Charlie Chaplin (April 16, 1889 – December 25, 1977)

Charlie Chaplin (April 16, 1889 – December 25, 1977)
Charlie Chaplin, who brought laughter to millions worldwide as the silent “Little Tramp” clown, had the type of poor childhood that one would expect to find in a Dickens novel. Born in East Street, Walworth, London on 16 April, 1889, Charles Spencer Chaplin was the son of a music hall singer and his wife. Charlie Chaplin’s parents divorced early in his life, with his father providing little to no support, either financial or otherwise, leaving his mother to suupport them as best she could. Chaplin’s mother Hannah was the brightest spot in Charlie’s childhood; previously an actor on stage, she had lost her ability to perform, and managed to earn finance for living herself, Charlie, and Charlie’s older half-brother Sidney by sewing. She was an integral part of Charlie’s young life, and he credited her with much of his success. Sadly, she slowly get sick in mental illness, and by the time that Charlie was 7 years old, she waas confined to an madhouse; Charlie and Sidney were relegated to a workhouse (a government facility for orphaned and abandoned children) — not for the last time. After 2 months, she was released, and the family was happily reunited, for a time. In

n later years, she was readmitted for an 8-month stretch later, during which time Charlie lived with his alcoholic father and stepmother, in a stressful environment.
Charlie Chaplin’s first taste of show business
Sidney left home first, working first on a sailing ship, and later on the stage, opening the door for Charlie to follow in his footsteps later. Young Charlie felt more alone than ever without his brother and as his closest friend . However, there was a bright spot as well in Chaplin’s 9th year — he toured with a stage company, the 8 Lancashire Lads,with a kindhearted couple who led the troupe, and gave Chaplin his first taste of stage life. He also met a young Stan Laurel as part of thhe troupe. At the age of 12, Charlie’s father died quite young.At the age of 14, Charlie’s mother is readmitted to the madhouse, while Sidney is out of town on an extended trip. Charlie provides for himself as best he can, desperate to avoid returning to the workhouse, until Sydney returns home. With Sidney’s return, young Chaplin’s luck begins to turn for the better. He wins a part in the stage play “Jim, A Romance of Cockney” to glowing reviews. Later in th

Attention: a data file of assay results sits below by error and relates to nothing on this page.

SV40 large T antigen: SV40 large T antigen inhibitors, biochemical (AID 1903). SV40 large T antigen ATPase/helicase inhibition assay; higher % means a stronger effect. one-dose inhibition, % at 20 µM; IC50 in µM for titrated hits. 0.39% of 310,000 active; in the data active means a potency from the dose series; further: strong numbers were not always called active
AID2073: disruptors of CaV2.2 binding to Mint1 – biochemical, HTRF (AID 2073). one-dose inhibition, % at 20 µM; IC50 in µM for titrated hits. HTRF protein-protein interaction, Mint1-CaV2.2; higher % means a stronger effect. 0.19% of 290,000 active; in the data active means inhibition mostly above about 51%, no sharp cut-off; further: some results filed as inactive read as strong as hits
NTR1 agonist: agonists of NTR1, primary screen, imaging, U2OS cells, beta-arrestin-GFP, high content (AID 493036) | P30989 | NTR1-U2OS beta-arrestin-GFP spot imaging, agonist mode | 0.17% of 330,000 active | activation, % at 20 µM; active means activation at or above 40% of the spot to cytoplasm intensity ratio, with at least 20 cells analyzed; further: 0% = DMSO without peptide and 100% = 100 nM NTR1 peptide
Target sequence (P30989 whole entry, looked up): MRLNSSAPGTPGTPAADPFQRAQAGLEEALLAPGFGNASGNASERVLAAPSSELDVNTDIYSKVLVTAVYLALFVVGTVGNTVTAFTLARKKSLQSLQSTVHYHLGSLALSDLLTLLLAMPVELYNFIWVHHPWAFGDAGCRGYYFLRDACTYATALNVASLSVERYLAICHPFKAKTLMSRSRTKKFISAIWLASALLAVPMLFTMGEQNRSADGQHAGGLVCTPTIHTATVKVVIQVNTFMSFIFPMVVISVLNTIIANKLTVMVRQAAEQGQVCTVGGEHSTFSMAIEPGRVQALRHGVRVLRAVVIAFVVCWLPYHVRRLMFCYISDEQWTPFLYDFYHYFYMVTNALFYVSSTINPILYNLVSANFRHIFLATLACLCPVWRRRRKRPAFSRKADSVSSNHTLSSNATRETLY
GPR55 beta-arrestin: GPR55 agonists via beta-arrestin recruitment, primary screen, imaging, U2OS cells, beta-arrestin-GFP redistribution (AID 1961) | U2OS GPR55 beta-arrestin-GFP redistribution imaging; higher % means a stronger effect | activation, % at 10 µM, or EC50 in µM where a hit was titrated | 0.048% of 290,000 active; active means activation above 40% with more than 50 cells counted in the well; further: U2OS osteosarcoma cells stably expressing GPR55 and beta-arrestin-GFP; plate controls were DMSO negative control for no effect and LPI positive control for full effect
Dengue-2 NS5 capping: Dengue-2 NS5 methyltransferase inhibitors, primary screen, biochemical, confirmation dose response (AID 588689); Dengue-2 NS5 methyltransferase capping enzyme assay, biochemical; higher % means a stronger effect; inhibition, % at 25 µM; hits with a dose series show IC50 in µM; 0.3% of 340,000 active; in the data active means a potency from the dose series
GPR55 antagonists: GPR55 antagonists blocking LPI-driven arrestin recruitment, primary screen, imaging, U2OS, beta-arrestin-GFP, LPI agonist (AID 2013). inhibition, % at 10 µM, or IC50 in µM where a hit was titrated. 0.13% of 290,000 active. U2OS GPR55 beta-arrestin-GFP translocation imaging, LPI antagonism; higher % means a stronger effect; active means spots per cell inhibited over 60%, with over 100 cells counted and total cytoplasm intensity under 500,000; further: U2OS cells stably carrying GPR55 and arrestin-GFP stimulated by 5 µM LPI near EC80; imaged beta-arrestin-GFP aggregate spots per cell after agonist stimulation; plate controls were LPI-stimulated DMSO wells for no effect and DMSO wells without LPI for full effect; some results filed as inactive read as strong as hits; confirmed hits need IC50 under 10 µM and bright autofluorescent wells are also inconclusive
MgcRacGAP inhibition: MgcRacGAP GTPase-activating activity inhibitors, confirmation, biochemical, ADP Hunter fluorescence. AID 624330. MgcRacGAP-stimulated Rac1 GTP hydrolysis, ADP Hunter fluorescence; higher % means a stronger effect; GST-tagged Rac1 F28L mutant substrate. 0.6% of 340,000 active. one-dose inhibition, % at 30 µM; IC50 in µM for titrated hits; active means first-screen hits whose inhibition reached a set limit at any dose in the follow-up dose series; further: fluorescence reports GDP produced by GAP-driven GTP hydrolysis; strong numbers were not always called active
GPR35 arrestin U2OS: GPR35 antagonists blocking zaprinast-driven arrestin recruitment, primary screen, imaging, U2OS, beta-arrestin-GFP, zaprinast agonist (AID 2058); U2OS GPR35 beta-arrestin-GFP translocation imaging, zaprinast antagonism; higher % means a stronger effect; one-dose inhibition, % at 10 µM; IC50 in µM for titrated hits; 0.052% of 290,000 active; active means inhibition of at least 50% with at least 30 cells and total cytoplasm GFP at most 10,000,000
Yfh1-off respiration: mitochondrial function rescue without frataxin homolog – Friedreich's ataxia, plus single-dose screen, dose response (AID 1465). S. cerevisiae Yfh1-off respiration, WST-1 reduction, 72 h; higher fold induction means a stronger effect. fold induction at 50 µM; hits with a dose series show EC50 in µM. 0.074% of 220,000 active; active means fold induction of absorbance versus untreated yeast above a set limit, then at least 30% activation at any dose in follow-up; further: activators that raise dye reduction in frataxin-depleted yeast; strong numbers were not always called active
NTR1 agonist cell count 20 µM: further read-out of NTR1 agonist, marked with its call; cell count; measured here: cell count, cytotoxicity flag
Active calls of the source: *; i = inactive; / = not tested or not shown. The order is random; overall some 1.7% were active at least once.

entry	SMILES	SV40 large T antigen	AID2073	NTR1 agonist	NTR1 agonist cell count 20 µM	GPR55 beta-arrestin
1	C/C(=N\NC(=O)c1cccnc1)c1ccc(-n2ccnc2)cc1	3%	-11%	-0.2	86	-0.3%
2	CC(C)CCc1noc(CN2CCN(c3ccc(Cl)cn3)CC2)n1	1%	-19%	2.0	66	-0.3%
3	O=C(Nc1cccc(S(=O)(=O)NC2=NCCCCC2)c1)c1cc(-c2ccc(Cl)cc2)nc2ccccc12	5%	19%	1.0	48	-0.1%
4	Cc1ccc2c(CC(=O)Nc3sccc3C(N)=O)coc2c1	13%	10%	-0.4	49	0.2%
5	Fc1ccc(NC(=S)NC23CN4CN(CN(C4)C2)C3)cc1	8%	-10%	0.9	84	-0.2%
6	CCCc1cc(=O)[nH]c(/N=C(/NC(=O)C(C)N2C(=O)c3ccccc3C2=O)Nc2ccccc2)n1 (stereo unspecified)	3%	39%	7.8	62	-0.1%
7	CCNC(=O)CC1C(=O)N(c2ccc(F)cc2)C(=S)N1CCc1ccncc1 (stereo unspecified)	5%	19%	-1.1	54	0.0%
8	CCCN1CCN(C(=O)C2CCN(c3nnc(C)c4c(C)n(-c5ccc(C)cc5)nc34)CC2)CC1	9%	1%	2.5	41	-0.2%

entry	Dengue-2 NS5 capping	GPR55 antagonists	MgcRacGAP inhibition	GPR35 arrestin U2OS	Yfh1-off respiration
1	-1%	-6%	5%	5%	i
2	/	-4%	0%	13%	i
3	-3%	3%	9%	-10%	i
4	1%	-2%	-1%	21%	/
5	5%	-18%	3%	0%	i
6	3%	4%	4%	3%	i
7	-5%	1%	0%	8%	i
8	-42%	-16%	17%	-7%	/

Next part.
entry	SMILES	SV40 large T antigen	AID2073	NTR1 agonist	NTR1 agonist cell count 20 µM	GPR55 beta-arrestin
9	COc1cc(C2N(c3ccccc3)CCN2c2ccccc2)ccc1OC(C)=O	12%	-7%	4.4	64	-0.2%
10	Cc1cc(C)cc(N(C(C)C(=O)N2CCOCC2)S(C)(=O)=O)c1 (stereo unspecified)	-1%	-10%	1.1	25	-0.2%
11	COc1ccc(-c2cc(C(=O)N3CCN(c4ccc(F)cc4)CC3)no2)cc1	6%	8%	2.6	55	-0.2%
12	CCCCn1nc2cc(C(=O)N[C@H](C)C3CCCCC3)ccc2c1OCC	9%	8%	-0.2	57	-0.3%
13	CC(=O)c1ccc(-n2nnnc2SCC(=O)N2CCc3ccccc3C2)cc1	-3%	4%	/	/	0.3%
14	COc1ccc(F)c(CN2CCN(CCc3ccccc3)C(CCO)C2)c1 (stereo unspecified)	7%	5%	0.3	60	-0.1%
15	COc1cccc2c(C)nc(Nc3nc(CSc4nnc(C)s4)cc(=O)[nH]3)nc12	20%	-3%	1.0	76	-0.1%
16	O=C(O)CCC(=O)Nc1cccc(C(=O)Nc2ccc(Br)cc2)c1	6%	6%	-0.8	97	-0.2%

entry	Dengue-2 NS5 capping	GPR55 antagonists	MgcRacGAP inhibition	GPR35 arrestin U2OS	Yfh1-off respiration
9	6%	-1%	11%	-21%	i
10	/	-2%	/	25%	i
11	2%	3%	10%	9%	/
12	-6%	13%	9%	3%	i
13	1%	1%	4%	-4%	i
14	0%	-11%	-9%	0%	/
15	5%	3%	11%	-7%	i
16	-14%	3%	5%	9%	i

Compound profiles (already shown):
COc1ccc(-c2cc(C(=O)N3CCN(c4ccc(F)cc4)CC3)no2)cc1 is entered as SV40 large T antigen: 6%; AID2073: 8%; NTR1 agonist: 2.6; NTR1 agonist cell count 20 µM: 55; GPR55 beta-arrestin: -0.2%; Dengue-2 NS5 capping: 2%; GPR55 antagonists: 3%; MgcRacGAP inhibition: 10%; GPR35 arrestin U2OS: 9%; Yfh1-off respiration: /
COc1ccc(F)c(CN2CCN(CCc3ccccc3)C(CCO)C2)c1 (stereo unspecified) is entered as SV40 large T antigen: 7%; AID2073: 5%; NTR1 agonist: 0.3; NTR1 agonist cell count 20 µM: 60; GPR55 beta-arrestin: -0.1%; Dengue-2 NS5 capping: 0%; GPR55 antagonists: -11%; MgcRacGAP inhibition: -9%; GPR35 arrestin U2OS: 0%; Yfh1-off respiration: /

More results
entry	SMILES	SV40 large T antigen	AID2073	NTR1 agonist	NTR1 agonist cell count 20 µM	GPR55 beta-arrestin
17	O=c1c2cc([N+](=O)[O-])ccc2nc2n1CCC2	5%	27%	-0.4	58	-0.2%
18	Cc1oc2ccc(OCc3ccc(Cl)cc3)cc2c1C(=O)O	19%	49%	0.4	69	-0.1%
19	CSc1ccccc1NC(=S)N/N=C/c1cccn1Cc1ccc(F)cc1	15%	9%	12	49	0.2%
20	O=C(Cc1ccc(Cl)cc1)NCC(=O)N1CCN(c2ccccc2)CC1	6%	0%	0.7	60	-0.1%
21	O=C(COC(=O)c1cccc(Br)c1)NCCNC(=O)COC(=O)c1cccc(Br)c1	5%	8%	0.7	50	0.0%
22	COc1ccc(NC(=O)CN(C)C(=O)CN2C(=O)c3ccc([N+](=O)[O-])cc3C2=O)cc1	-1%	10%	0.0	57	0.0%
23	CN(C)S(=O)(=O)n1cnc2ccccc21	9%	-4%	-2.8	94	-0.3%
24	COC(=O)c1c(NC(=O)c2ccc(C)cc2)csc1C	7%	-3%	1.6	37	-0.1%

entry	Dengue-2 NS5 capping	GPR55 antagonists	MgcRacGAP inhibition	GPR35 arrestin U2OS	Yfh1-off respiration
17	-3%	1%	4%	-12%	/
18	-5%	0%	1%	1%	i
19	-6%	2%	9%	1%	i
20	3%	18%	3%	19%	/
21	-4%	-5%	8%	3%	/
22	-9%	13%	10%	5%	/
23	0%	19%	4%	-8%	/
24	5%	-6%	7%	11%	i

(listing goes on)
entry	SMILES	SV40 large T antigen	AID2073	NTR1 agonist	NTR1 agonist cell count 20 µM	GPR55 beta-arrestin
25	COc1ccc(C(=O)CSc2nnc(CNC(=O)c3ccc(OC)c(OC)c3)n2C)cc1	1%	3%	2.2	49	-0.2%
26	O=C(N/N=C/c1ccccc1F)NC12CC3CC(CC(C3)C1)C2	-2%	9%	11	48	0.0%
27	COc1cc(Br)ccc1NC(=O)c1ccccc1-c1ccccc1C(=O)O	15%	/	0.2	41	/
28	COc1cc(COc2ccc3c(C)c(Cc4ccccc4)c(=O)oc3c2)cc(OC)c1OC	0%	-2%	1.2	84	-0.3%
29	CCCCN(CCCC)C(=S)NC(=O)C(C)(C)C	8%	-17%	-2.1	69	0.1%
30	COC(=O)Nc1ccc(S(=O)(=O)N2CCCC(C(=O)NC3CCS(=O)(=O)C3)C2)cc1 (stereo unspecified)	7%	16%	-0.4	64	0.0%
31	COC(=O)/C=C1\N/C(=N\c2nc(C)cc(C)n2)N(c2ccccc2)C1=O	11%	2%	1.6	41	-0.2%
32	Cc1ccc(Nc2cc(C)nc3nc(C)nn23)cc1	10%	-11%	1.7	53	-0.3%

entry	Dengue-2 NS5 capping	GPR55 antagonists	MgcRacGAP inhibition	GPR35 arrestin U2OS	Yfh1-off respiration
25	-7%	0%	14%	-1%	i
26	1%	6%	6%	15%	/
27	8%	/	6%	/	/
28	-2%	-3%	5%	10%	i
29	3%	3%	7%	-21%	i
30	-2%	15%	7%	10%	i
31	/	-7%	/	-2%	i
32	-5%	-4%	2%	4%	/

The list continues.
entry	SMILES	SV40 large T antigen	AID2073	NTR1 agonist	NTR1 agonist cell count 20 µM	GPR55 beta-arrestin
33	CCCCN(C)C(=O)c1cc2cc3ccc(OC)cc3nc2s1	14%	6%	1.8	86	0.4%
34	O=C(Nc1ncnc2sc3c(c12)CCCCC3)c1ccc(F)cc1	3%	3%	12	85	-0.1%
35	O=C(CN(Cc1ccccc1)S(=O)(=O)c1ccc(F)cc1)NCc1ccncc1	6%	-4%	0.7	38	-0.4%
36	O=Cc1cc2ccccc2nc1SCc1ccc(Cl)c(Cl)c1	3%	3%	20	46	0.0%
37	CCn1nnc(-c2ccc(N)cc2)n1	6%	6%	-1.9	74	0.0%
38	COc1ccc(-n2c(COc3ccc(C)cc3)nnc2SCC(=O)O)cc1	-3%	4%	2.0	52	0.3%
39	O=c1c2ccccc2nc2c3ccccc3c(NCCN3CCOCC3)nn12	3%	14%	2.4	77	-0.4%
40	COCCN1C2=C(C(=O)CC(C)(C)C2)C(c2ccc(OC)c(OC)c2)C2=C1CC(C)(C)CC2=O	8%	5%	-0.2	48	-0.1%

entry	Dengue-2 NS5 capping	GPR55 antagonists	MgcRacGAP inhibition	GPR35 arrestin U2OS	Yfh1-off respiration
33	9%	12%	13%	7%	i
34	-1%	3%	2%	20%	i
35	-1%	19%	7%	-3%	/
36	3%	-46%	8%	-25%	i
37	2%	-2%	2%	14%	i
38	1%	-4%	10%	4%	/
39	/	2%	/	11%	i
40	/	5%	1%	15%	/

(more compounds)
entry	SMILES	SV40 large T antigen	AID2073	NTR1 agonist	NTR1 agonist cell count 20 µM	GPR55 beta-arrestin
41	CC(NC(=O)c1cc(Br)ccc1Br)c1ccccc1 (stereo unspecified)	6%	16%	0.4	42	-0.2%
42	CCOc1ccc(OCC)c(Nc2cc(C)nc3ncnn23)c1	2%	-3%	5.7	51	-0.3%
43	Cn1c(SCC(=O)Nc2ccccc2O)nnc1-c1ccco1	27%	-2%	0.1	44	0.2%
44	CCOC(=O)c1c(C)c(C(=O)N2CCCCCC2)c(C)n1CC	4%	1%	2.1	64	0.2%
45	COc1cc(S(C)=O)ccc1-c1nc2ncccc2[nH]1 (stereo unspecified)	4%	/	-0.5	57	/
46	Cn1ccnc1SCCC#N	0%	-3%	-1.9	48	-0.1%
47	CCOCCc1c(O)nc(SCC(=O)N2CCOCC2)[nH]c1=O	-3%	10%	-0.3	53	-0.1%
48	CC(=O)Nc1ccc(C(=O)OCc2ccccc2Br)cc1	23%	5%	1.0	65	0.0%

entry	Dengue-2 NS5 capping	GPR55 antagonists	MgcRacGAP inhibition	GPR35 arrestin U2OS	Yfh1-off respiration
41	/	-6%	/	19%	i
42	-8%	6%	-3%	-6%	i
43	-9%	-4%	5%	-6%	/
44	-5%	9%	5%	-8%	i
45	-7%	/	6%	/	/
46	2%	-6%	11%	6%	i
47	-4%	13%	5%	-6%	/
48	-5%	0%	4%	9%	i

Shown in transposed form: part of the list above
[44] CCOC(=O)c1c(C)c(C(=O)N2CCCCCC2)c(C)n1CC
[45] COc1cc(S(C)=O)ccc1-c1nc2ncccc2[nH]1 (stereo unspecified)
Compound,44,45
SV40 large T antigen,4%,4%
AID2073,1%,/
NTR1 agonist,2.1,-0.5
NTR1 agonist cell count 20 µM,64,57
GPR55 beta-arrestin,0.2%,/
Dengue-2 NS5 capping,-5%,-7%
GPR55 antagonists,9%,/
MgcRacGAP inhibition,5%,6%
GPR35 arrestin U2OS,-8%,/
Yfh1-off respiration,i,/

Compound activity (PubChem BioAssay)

he same year, he earns the part of Billy in a stage adaptation of “Sherlock Holmes,” and tours with the company playing that part. The tour continues through the next year, and Hannah is again released, seemingly in her right mind. Charlie was 16 years old at this time .
Charlie Chaplin tours with the Karno troupe, and enters films
Charlie continues in his acting career, as his brother Sidney joins the Karno troupe, again opening the way there for Charlie. Charlie joins the Karno troupe the next year, again working alongside Stan Laurel. Two years later, Chaplin (along with the rest of the Karno troupe) tour the United States’ vaudeville circuit. Two years later, in 1912, Charlie returns with the Karno troupe to the USA, but this time decides to stay. The next year, Chaplin leaves the stage to join Mack Sennet’s Keystone Films Studio, marking a milestone both in his own life and in the history of film.

Charlie Chaplin’s famous Tramp character is born
The pace of film making in early Hollywood seems impossible by today’s standards. In just two months, Chaplin appeared in some Keystone films. Although Chaplin started at the Keystone company as a bit player, with the introduction of his wo

orld-famous tramp character he quickly exploded into a major star. By April, at the age of 25, Chaplin directs his first film, ‘Twenty Minutes of Love.’
By November of that year, Chaplin is leaving Keystone, having signed an exclusive contract for the newly formed Essanay Film Company. Sidney follows in Charlie’s steps this time, and joins the Keystone company shortly before Charlie left it.
In February of 1915, Chaplin begins work for Essanay, with greater control over his films than ever before — but not enough to avoid ‘creative differences’ with his bosses at Essanay. However, another milestone occurs at the same time — he meets Edna Purviance, who was to be his leading lady for many of his films, as well as an off-again, on-again romance. At Essanay, Chaplin created many of the classic short films he’s best remembered for, including His New Job, The Tramp, A Night in the Show, and The Immigrant. In February of 1916, Chaplin again jumps to another film company, Mutual, where he continues to create some of his finest films. In both his personal and professional life, his inner circle began to expand. He first hired Henry Bergman (the ‘heavy villain’ in so many of Chaplin’s films), as well as hi
iring Tom Harrington as his personal secretary, a position which he kept for many decades, becoming Chaplin’s right-hand man in many respects.
Desiring even more creative control, Chaplin began building his own studio in the fall of 1917, and signed with yet another studio, First National. For the first time, Chaplin has complete control over every step of his films. For First National, Chaplin continues to create classic shorts: A Dog’s Life, Shoulder Arms, and The Bond. In 1918, he also marries for the first (but not the last) time, to Mildred Harris.